3. What varieties of seaweed other than sugar kelp can be grown successfully off the waters of Long Island Sound, Westchester, and New York Harbor?
  4. What is the optimal size of a seaweed farm?
  5. Can seaweed be grown safely for human consumption in uncertified waters? (A pilot seaweed farm in the East River met European Certification standards but there is currently no official such certification standard in New York.)
  6. Could a nitrogen trading system for the State of New York, if instituted, provide income to aquaculture farmers providing bioextraction services?  
  7. Would there be a profitable market for relayed shellfish or potentially seaweed, that is, shellfish and seaweed grown in uncertified waters and later removed before harvesting to cleaner waters where natural processes would purge them of impurities? Could permits be secured for such an operation?
  8. Might municipalities pay aquaculture farmers to grow seaweed and shellfish for bioextraction as an alternative to the costly construction of sewage treatment plants?  
 
 Restored wetlands at Conference House Park.

Restored wetlands at Conference House Park.

 

John Kilcullen, Director of Conference House Park, noted that high levels of nitrogen similar to that experienced by Long Island's embayments also plague Staten Island’s Raritan Bay. He reported that the scientific and policy inquiries to be undertaken by the Nitrogen Action Plan were closely aligned with the Conference House Park’s educational mission and he welcomed the possible collaboration.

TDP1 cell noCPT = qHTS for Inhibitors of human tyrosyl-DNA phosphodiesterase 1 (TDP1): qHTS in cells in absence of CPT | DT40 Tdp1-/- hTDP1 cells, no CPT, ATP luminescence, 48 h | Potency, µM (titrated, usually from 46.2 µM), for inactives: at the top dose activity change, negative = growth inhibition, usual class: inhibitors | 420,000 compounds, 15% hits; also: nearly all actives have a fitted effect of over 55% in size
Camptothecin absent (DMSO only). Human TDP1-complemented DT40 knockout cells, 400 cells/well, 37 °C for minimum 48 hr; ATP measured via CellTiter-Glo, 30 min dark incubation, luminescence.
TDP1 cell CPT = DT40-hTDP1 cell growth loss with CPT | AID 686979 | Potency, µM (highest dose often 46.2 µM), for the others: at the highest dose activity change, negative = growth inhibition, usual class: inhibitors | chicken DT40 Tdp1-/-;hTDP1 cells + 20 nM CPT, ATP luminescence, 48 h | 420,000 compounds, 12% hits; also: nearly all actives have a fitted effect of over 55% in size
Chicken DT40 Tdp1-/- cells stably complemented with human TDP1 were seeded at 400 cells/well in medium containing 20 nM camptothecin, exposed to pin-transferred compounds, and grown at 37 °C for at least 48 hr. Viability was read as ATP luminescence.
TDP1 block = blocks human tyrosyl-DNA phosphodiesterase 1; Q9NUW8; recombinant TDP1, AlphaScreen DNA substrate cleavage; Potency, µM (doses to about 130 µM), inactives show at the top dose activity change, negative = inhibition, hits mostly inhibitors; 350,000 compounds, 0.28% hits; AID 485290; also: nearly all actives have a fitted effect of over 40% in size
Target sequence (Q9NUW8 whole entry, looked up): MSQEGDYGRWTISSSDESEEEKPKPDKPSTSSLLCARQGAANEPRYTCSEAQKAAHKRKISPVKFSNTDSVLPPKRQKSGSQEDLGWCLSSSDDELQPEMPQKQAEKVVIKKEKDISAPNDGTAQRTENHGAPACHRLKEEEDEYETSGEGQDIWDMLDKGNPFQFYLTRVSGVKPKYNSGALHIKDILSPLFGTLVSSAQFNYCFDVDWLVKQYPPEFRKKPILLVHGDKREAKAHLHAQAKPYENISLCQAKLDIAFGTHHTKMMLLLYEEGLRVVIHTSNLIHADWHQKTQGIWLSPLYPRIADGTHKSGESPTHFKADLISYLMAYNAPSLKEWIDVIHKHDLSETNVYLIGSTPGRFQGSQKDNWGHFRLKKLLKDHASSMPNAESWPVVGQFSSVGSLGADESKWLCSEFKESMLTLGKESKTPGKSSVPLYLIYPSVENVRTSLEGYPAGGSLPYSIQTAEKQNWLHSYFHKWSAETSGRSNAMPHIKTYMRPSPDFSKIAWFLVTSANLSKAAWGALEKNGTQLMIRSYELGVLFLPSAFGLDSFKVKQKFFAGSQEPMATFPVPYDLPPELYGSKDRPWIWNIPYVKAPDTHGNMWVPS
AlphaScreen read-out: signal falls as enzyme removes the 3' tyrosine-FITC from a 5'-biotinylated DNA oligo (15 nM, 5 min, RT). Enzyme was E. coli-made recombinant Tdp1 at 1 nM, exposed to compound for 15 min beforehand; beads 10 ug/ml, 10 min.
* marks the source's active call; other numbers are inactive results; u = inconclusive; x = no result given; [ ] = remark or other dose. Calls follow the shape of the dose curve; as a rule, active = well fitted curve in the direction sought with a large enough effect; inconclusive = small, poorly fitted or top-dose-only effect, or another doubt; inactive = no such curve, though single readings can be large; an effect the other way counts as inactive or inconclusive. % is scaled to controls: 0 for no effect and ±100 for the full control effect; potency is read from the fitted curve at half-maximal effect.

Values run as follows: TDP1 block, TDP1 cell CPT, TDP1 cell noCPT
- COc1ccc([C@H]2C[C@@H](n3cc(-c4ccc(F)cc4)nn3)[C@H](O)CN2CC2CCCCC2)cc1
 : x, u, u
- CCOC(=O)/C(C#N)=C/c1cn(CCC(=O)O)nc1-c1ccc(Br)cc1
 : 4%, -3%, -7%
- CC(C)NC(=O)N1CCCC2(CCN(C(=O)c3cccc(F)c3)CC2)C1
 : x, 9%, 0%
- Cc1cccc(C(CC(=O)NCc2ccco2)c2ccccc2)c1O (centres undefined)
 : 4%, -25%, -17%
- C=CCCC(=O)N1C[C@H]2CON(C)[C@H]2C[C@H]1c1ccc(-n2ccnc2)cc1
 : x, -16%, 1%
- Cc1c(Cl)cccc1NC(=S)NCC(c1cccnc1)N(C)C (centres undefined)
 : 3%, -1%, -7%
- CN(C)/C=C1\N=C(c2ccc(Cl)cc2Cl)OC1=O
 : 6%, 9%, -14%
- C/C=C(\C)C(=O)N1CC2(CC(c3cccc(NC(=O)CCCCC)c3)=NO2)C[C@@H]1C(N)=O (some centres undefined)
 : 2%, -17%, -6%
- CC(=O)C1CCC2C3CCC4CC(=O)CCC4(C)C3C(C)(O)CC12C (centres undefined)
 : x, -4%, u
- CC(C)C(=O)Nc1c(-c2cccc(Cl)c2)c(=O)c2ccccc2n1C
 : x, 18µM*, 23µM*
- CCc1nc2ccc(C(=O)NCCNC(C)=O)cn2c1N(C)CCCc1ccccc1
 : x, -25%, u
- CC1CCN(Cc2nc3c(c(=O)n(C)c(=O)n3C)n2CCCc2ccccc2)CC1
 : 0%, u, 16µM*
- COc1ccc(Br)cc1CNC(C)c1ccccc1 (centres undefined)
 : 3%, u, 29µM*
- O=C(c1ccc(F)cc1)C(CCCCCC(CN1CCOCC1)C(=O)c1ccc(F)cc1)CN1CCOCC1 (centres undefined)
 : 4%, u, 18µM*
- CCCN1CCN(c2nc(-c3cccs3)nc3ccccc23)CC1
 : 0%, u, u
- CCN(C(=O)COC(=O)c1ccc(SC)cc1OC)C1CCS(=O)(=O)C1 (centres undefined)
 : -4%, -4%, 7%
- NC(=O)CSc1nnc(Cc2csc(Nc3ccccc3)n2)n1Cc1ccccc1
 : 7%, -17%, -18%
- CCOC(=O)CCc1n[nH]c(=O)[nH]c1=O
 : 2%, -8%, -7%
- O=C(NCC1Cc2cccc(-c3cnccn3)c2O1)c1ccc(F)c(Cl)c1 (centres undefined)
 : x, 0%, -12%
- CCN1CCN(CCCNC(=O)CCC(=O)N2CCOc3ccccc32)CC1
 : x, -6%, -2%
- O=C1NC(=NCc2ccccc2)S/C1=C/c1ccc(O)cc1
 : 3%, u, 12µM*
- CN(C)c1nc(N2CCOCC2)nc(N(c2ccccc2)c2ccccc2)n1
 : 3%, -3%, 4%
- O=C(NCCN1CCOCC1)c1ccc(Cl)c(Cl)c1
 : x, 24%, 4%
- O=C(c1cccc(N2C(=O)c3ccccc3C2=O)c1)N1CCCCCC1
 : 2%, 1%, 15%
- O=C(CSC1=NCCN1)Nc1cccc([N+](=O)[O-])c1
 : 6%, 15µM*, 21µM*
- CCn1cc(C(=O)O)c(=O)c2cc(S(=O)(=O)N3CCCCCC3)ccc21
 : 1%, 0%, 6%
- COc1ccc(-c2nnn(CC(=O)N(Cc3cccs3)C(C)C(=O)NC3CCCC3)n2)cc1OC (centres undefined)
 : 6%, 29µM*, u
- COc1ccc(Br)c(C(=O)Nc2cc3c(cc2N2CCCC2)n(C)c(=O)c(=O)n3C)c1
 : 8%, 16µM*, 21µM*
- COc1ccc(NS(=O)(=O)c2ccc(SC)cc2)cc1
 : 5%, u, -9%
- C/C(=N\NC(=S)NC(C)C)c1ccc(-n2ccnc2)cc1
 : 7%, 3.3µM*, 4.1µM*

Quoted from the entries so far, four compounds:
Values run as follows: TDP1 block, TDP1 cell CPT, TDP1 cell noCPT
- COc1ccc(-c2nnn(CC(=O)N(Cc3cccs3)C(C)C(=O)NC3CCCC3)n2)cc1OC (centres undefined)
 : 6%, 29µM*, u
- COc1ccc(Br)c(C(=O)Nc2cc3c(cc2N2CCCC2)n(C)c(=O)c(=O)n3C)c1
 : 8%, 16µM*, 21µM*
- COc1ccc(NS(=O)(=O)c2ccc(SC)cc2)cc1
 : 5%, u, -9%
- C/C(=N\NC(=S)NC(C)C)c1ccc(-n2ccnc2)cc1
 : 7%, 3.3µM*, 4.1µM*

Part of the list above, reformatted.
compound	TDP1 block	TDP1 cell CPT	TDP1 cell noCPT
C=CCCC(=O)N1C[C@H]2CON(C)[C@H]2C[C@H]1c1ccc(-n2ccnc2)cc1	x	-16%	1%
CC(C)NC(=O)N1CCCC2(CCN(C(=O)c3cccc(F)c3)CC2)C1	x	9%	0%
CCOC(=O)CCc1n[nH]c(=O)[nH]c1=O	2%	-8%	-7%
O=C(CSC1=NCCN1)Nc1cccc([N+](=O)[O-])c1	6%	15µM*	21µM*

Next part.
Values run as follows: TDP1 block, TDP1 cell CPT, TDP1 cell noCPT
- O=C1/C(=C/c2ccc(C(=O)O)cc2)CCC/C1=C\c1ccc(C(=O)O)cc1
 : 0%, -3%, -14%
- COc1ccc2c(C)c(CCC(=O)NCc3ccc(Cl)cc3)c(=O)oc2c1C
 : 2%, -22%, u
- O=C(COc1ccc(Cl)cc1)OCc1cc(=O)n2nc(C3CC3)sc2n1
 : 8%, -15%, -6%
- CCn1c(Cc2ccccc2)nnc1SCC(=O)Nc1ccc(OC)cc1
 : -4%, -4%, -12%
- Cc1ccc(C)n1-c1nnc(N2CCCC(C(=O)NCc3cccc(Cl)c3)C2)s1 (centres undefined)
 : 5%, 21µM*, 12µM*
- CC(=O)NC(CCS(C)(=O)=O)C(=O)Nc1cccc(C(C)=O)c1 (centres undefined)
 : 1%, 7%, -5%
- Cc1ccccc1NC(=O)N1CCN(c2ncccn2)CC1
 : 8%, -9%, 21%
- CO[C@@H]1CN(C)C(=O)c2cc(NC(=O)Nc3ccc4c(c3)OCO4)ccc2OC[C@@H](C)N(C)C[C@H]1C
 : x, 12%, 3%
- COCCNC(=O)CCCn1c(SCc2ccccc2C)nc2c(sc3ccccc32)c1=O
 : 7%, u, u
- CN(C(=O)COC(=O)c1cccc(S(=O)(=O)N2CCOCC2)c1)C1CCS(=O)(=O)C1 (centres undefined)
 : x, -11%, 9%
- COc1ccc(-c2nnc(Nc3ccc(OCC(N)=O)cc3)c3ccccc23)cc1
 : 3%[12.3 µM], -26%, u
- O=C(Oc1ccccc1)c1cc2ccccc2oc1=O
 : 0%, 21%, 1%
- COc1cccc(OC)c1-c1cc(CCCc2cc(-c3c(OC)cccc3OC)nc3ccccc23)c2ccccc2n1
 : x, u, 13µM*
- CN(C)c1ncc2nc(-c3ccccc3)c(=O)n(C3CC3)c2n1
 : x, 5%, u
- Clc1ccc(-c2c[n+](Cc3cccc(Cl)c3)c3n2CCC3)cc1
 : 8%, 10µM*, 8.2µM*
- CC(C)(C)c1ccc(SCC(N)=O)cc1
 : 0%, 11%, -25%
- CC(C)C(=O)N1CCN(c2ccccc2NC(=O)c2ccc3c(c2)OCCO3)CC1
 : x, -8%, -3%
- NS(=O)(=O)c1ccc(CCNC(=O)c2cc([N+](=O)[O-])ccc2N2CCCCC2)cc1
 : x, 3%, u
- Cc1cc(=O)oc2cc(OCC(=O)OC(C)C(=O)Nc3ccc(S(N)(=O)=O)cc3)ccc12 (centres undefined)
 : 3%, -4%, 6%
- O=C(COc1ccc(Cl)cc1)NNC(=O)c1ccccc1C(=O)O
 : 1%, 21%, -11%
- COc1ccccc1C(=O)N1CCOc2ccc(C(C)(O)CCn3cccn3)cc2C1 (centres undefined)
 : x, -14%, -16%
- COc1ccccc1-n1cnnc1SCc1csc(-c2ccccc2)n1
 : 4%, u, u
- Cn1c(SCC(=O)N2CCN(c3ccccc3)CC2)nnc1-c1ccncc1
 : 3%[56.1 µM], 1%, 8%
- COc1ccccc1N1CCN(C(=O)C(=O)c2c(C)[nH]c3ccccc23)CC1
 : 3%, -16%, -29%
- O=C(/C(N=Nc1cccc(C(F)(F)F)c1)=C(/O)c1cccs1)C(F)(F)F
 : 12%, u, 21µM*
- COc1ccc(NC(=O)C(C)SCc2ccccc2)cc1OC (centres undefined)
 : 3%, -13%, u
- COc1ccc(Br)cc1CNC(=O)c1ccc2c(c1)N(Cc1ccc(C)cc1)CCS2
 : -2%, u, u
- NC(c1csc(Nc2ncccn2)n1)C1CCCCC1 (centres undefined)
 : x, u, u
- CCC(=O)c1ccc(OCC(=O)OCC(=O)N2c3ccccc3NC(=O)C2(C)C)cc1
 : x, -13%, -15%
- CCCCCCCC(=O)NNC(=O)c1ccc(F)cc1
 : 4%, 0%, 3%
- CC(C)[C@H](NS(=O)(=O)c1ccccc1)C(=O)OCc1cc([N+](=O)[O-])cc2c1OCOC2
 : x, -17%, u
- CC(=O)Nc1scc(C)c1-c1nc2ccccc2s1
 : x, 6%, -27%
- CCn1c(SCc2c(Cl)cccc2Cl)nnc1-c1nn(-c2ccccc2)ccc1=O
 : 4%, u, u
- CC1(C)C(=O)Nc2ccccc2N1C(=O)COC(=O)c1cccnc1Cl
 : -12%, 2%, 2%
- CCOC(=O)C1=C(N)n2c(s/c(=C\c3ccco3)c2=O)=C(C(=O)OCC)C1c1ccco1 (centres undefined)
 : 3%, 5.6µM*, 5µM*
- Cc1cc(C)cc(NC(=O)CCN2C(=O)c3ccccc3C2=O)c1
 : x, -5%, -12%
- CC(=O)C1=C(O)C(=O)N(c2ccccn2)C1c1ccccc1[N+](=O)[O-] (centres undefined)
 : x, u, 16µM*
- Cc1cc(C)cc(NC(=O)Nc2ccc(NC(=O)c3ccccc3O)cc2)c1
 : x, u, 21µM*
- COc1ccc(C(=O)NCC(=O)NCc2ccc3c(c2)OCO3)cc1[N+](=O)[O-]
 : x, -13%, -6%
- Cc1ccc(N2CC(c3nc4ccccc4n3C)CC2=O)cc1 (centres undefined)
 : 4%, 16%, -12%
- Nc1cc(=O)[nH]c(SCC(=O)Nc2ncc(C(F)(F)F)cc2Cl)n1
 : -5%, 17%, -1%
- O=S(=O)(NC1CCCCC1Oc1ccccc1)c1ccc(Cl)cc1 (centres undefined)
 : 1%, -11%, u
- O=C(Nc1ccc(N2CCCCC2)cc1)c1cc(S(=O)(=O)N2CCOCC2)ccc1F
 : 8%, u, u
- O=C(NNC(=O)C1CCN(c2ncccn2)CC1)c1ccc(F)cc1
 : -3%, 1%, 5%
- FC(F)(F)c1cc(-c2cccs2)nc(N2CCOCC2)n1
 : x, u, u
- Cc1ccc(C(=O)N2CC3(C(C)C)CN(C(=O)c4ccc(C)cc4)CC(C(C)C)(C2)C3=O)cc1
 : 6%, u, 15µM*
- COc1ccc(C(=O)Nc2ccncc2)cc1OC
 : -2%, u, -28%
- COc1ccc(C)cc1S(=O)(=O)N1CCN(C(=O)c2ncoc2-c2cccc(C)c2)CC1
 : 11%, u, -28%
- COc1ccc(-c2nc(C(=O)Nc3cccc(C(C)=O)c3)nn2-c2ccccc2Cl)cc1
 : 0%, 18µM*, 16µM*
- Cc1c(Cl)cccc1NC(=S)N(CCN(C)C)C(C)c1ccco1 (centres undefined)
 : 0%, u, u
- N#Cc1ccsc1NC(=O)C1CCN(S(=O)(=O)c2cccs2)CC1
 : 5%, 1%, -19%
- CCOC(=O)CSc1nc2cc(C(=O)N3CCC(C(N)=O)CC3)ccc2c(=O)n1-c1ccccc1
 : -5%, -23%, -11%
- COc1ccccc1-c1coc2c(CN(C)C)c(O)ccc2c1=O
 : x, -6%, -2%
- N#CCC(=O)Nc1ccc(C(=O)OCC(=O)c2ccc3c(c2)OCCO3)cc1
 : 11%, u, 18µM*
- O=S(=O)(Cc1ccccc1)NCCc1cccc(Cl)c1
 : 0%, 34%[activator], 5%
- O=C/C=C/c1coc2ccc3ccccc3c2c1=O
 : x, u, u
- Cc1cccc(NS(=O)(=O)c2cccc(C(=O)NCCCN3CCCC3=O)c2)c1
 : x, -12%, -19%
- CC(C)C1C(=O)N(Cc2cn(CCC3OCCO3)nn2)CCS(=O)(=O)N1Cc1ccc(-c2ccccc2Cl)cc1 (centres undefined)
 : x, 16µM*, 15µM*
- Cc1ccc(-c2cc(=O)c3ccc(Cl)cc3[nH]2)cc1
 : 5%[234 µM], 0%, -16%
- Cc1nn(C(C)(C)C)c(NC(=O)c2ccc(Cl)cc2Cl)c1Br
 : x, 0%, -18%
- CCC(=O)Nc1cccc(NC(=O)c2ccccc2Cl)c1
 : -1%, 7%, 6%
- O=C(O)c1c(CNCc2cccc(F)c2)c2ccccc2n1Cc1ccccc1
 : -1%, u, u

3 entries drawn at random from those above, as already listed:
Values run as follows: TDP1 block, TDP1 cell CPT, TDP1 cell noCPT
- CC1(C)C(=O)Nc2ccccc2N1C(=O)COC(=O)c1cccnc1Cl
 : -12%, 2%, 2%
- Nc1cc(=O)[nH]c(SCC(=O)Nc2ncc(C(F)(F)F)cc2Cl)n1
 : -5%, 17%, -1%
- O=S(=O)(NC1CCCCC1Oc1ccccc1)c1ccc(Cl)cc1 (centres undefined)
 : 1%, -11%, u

After we toured the shoreline of Conference House Park, we parted company for the day on a note of optimism. Dave concluded that there is indeed potential for shellfish and/or seaweed aquaculture for nitrogen removal in Tottenville, although he admits there will be challenges moving forward, though he expects that the team selected from the RFP will provide answers.    One of the next steps will be to learn more about the work of the Harbor School. It is a New York City public high school on Governor’s Island devoted to training students to participate in the maritime economy. The Harbor School is already cultivating oysters with Staten Island schools off the shores of Great Kills and Prince’s Bay as part of its Billion Oyster Project.
 
We were all excited about supporting the return of aquaculture to New York City’s waters.  To be further inspired, Dave suggested we all read The Big Oyster, by Mark Kurlansky, which chronicles the storied role shellfish have played in the city’s economic and cultural history. Of course we already knew about the role it has played in Tottenville’s history, thanks to Barnett Shepherd and his book The Town the Oyster Built.

Related sources & articles:

Thimble Island Ocean Farm

Meet the Women of California's First Open-Water Seaweed Farm

 

 

 
 Schematic of shoreline stewardship projects envisioned for the Living Breakwaters project. Photo credit: Scape Studio.

Schematic of shoreline stewardship projects envisioned for the Living Breakwaters project. Photo credit: Scape Studio.